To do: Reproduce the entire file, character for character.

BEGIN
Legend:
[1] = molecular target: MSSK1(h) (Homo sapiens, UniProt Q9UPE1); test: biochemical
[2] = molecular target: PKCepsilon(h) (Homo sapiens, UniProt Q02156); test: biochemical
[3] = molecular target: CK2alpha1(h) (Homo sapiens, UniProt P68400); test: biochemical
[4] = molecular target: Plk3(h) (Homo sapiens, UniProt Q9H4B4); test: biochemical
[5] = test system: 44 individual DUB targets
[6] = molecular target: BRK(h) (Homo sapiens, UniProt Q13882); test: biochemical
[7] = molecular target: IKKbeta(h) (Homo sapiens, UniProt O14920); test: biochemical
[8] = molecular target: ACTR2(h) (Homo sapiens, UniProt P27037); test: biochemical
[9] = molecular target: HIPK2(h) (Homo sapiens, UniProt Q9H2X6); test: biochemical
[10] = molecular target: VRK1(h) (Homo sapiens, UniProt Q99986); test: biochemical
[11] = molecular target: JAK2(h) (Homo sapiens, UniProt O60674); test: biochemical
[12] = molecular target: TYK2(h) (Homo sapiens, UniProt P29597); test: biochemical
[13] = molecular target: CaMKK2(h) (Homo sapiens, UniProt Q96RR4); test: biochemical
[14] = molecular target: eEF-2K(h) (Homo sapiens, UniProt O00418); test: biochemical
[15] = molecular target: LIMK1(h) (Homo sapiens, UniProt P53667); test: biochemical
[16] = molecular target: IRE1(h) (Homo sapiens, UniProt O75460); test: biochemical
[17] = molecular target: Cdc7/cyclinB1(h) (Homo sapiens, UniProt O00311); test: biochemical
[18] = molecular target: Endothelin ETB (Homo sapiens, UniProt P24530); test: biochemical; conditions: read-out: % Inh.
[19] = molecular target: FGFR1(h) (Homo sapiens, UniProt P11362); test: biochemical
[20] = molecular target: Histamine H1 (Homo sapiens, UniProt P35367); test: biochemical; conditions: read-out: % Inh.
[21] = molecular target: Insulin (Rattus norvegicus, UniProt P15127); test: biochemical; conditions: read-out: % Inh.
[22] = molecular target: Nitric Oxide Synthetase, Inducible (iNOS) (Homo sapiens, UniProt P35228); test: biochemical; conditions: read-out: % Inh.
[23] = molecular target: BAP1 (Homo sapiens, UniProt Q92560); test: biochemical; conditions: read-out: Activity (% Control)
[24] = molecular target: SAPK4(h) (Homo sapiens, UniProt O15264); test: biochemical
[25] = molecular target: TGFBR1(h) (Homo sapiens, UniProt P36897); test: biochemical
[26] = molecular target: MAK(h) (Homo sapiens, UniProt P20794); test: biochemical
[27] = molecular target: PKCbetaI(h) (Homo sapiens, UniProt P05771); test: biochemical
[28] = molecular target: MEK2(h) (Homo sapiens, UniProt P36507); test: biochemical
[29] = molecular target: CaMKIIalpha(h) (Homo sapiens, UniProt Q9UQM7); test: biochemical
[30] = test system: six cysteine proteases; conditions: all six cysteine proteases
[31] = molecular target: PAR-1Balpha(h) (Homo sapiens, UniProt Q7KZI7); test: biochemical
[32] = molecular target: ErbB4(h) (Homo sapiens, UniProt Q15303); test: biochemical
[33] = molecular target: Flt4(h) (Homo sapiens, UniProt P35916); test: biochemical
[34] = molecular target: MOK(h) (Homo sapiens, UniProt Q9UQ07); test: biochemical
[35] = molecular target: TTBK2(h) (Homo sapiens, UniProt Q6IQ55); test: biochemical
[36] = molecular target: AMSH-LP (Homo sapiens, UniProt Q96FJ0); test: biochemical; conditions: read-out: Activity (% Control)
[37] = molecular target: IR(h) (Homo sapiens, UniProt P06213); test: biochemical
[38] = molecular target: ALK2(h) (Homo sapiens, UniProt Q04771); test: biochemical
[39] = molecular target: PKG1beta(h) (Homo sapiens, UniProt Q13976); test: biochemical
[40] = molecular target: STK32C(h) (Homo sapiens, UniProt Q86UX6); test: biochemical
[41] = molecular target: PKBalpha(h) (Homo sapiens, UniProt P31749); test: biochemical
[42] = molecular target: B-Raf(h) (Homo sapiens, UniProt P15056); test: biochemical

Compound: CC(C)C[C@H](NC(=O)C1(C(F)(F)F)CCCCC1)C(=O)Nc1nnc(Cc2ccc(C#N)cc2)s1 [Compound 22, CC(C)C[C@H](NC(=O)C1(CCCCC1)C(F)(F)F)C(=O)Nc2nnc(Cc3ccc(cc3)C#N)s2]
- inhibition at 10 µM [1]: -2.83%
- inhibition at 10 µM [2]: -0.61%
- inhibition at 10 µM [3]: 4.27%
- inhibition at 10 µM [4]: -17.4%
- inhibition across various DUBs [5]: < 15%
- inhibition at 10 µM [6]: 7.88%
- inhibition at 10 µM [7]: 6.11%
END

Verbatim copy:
Legend:
[1] = molecular target: MSSK1(h) (Homo sapiens, UniProt Q9UPE1); test: biochemical
[2] = molecular target: PKCepsilon(h) (Homo sapiens, UniProt Q02156); test: biochemical
[3] = molecular target: CK2alpha1(h) (Homo sapiens, UniProt P68400); test: biochemical
[4] = molecular target: Plk3(h) (Homo sapiens, UniProt Q9H4B4); test: biochemical
[5] = test system: 44 individual DUB targets
[6] = molecular target: BRK(h) (Homo sapiens, UniProt Q13882); test: biochemical
[7] = molecular target: IKKbeta(h) (Homo sapiens, UniProt O14920); test: biochemical
[8] = molecular target: ACTR2(h) (Homo sapiens, UniProt P27037); test: biochemical
[9] = molecular target: HIPK2(h) (Homo sapiens, UniProt Q9H2X6); test: biochemical
[10] = molecular target: VRK1(h) (Homo sapiens, UniProt Q99986); test: biochemical
[11] = molecular target: JAK2(h) (Homo sapiens, UniProt O60674); test: biochemical
[12] = molecular target: TYK2(h) (Homo sapiens, UniProt P29597); test: biochemical
[13] = molecular target: CaMKK2(h) (Homo sapiens, UniProt Q96RR4); test: biochemical
[14] = molecular target: eEF-2K(h) (Homo sapiens, UniProt O00418); test: biochemical
[15] = molecular target: LIMK1(h) (Homo sapiens, UniProt P53667); test: biochemical
[16] = molecular target: IRE1(h) (Homo sapiens, UniProt O75460); test: biochemical
[17] = molecular target: Cdc7/cyclinB1(h) (Homo sapiens, UniProt O00311); test: biochemical
[18] = molecular target: Endothelin ETB (Homo sapiens, UniProt P24530); test: biochemical; conditions: read-out: % Inh.
[19] = molecular target: FGFR1(h) (Homo sapiens, UniProt P11362); test: biochemical
[20] = molecular target: Histamine H1 (Homo sapiens, UniProt P35367); test: biochemical; conditions: read-out: % Inh.
[21] = molecular target: Insulin (Rattus norvegicus, UniProt P15127); test: biochemical; conditions: read-out: % Inh.
[22] = molecular target: Nitric Oxide Synthetase, Inducible (iNOS) (Homo sapiens, UniProt P35228); test: biochemical; conditions: read-out: % Inh.
[23] = molecular target: BAP1 (Homo sapiens, UniProt Q92560); test: biochemical; conditions: read-out: Activity (% Control)
[24] = molecular target: SAPK4(h) (Homo sapiens, UniProt O15264); test: biochemical
[25] = molecular target: TGFBR1(h) (Homo sapiens, UniProt P36897); test: biochemical
[26] = molecular target: MAK(h) (Homo sapiens, UniProt P20794); test: biochemical
[27] = molecular target: PKCbetaI(h) (Homo sapiens, UniProt P05771); test: biochemical
[28] = molecular target: MEK2(h) (Homo sapiens, UniProt P36507); test: biochemical
[29] = molecular target: CaMKIIalpha(h) (Homo sapiens, UniProt Q9UQM7); test: biochemical
[30] = test system: six cysteine proteases; conditions: all six cysteine proteases
[31] = molecular target: PAR-1Balpha(h) (Homo sapiens, UniProt Q7KZI7); test: biochemical
[32] = molecular target: ErbB4(h) (Homo sapiens, UniProt Q15303); test: biochemical
[33] = molecular target: Flt4(h) (Homo sapiens, UniProt P35916); test: biochemical
[34] = molecular target: MOK(h) (Homo sapiens, UniProt Q9UQ07); test: biochemical
[35] = molecular target: TTBK2(h) (Homo sapiens, UniProt Q6IQ55); test: biochemical
[36] = molecular target: AMSH-LP (Homo sapiens, UniProt Q96FJ0); test: biochemical; conditions: read-out: Activity (% Control)
[37] = molecular target: IR(h) (Homo sapiens, UniProt P06213); test: biochemical
[38] = molecular target: ALK2(h) (Homo sapiens, UniProt Q04771); test: biochemical
[39] = molecular target: PKG1beta(h) (Homo sapiens, UniProt Q13976); test: biochemical
[40] = molecular target: STK32C(h) (Homo sapiens, UniProt Q86UX6); test: biochemical
[41] = molecular target: PKBalpha(h) (Homo sapiens, UniProt P31749); test: biochemical
[42] = molecular target: B-Raf(h) (Homo sapiens, UniProt P15056); test: biochemical

Compound: CC(C)C[C@H](NC(=O)C1(C(F)(F)F)CCCCC1)C(=O)Nc1nnc(Cc2ccc(C#N)cc2)s1 [Compound 22, CC(C)C[C@H](NC(=O)C1(CCCCC1)C(F)(F)F)C(=O)Nc2nnc(Cc3ccc(cc3)C#N)s2]
- inhibition at 10 µM [1]: -2.83%
- inhibition at 10 µM [2]: -0.61%
- inhibition at 10 µM [3]: 4.27%
- inhibition at 10 µM [4]: -17.4%
- inhibition across various DUBs [5]: < 15%
- inhibition at 10 µM [6]: 7.88%
- inhibition at 10 µM [7]: 6.11%